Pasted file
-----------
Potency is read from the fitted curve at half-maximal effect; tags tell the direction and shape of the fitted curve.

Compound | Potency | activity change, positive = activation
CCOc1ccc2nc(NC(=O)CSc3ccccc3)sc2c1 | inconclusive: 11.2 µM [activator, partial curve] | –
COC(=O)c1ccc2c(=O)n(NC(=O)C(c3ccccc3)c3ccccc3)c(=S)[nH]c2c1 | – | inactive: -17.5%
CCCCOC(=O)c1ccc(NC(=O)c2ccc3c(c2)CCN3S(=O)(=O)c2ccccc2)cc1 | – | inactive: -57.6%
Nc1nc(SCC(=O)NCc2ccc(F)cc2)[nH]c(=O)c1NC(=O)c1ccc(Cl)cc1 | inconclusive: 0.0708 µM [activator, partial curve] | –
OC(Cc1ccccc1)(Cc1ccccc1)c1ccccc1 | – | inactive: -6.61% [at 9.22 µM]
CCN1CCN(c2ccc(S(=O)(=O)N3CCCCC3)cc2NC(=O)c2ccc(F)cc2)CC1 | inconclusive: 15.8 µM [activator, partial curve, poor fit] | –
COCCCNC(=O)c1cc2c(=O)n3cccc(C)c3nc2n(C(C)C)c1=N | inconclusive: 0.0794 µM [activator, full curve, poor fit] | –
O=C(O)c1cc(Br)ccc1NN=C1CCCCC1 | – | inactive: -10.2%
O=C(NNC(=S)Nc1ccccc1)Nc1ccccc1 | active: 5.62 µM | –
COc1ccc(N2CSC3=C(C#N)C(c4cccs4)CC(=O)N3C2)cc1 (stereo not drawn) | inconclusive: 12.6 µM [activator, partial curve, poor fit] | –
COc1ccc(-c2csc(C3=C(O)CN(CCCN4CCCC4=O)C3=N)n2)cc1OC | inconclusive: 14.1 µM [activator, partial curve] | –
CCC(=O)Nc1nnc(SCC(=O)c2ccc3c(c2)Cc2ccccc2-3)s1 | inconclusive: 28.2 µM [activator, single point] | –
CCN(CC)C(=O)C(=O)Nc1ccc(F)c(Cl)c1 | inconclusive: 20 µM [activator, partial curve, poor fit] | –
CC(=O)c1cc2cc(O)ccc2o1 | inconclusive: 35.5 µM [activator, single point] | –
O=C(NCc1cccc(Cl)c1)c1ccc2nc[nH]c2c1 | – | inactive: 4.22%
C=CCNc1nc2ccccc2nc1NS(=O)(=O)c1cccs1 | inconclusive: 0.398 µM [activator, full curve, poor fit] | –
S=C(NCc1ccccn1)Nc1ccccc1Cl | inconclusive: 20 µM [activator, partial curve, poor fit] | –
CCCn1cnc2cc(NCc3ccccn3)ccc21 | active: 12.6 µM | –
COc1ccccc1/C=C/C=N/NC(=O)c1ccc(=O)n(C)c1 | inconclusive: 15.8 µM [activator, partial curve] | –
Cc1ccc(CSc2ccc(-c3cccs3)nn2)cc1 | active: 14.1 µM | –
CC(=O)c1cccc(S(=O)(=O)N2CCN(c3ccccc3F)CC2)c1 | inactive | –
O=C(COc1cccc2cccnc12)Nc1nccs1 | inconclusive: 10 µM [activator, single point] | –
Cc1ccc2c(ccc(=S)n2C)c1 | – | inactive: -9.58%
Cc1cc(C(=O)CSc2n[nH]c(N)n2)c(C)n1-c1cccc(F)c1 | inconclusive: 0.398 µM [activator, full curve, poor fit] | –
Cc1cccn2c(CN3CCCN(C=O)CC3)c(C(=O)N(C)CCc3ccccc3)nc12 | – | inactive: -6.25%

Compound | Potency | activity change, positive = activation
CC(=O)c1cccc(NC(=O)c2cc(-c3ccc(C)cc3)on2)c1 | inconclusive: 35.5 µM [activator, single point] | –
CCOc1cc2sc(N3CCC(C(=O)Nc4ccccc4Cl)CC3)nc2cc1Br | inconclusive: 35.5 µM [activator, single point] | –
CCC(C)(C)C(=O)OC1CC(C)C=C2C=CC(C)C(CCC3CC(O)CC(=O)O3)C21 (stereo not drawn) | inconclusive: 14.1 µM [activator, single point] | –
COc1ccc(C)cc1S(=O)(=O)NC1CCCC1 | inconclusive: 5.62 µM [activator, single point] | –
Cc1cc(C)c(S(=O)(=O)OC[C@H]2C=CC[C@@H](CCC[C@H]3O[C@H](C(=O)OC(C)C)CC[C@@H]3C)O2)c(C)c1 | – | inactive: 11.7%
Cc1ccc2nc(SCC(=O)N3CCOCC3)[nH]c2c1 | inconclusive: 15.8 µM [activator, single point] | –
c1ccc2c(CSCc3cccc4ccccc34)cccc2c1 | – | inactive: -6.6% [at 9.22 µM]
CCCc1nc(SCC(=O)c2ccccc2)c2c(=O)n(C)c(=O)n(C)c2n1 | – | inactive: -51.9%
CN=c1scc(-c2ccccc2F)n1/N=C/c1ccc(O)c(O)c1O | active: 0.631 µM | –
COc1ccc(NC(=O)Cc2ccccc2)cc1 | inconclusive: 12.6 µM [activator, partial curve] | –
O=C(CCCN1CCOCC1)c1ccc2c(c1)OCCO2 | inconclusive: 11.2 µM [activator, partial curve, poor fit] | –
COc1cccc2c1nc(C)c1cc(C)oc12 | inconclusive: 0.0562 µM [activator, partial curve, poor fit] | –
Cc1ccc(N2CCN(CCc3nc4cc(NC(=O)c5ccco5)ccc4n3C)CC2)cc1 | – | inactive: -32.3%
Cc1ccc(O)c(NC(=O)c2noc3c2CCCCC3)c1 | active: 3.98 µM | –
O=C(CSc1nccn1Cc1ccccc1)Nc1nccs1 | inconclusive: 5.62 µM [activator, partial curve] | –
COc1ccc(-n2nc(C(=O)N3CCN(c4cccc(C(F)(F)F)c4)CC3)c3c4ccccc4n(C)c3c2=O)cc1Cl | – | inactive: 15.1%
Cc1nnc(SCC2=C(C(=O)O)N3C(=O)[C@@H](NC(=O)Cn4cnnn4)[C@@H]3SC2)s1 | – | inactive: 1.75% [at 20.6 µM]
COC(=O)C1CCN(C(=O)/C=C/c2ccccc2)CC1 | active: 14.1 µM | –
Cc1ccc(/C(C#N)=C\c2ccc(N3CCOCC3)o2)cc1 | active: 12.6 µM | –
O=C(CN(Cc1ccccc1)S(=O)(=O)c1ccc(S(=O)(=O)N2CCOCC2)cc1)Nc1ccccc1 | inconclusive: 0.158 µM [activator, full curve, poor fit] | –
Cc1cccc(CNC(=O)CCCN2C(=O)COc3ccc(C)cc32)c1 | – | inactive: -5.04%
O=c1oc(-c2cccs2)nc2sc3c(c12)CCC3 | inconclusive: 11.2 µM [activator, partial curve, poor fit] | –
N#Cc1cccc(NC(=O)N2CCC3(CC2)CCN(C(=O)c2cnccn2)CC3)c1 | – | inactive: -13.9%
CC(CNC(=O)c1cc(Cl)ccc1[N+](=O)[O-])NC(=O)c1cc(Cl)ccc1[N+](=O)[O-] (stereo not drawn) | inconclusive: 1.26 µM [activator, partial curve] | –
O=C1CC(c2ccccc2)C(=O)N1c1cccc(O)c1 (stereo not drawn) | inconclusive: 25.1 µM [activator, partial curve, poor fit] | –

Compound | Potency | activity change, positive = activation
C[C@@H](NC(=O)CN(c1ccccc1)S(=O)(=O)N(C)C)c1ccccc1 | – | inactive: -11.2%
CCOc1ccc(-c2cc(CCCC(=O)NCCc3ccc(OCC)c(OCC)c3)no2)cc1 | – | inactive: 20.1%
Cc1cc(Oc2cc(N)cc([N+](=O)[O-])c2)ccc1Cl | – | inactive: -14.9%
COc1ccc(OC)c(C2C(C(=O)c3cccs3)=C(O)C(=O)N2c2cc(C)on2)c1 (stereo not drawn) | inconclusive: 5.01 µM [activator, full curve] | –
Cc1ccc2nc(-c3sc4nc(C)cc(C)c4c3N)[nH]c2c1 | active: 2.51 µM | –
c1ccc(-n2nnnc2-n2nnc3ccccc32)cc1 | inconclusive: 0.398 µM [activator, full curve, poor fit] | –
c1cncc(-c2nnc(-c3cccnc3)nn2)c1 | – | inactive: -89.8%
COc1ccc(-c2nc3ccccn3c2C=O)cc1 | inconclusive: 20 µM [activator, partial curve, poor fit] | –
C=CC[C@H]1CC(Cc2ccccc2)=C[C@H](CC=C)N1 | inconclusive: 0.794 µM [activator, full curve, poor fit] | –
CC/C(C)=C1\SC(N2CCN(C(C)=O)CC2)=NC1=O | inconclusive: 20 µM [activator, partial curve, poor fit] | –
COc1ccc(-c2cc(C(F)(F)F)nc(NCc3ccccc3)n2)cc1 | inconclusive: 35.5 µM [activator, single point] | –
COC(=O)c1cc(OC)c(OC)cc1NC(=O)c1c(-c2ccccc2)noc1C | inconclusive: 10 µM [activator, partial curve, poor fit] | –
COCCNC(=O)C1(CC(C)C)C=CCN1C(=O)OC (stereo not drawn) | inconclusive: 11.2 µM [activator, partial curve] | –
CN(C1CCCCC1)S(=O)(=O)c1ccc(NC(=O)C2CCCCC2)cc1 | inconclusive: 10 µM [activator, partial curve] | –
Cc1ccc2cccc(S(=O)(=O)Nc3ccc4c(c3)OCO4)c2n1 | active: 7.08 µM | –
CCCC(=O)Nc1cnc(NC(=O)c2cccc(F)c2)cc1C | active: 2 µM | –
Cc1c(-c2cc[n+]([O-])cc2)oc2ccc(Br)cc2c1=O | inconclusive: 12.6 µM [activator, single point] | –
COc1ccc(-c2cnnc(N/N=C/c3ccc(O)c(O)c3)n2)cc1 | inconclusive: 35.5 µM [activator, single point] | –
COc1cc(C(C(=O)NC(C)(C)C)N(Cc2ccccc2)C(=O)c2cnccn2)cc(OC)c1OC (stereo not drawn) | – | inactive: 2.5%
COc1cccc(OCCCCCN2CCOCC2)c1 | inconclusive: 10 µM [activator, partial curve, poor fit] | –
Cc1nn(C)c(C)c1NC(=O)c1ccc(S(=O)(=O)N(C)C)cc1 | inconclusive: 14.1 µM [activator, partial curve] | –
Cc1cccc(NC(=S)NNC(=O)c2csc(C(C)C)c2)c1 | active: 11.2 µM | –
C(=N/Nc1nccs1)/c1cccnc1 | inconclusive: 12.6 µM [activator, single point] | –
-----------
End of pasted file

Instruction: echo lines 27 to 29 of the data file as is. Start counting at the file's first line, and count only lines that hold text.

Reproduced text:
Cc1cccn2c(CN3CCCN(C=O)CC3)c(C(=O)N(C)CCc3ccccc3)nc12 | – | inactive: -6.25%

Compound | Potency | activity change, positive = activation
CC(=O)c1cccc(NC(=O)c2cc(-c3ccc(C)cc3)on2)c1 | inconclusive: 35.5 µM [activator, single point] | –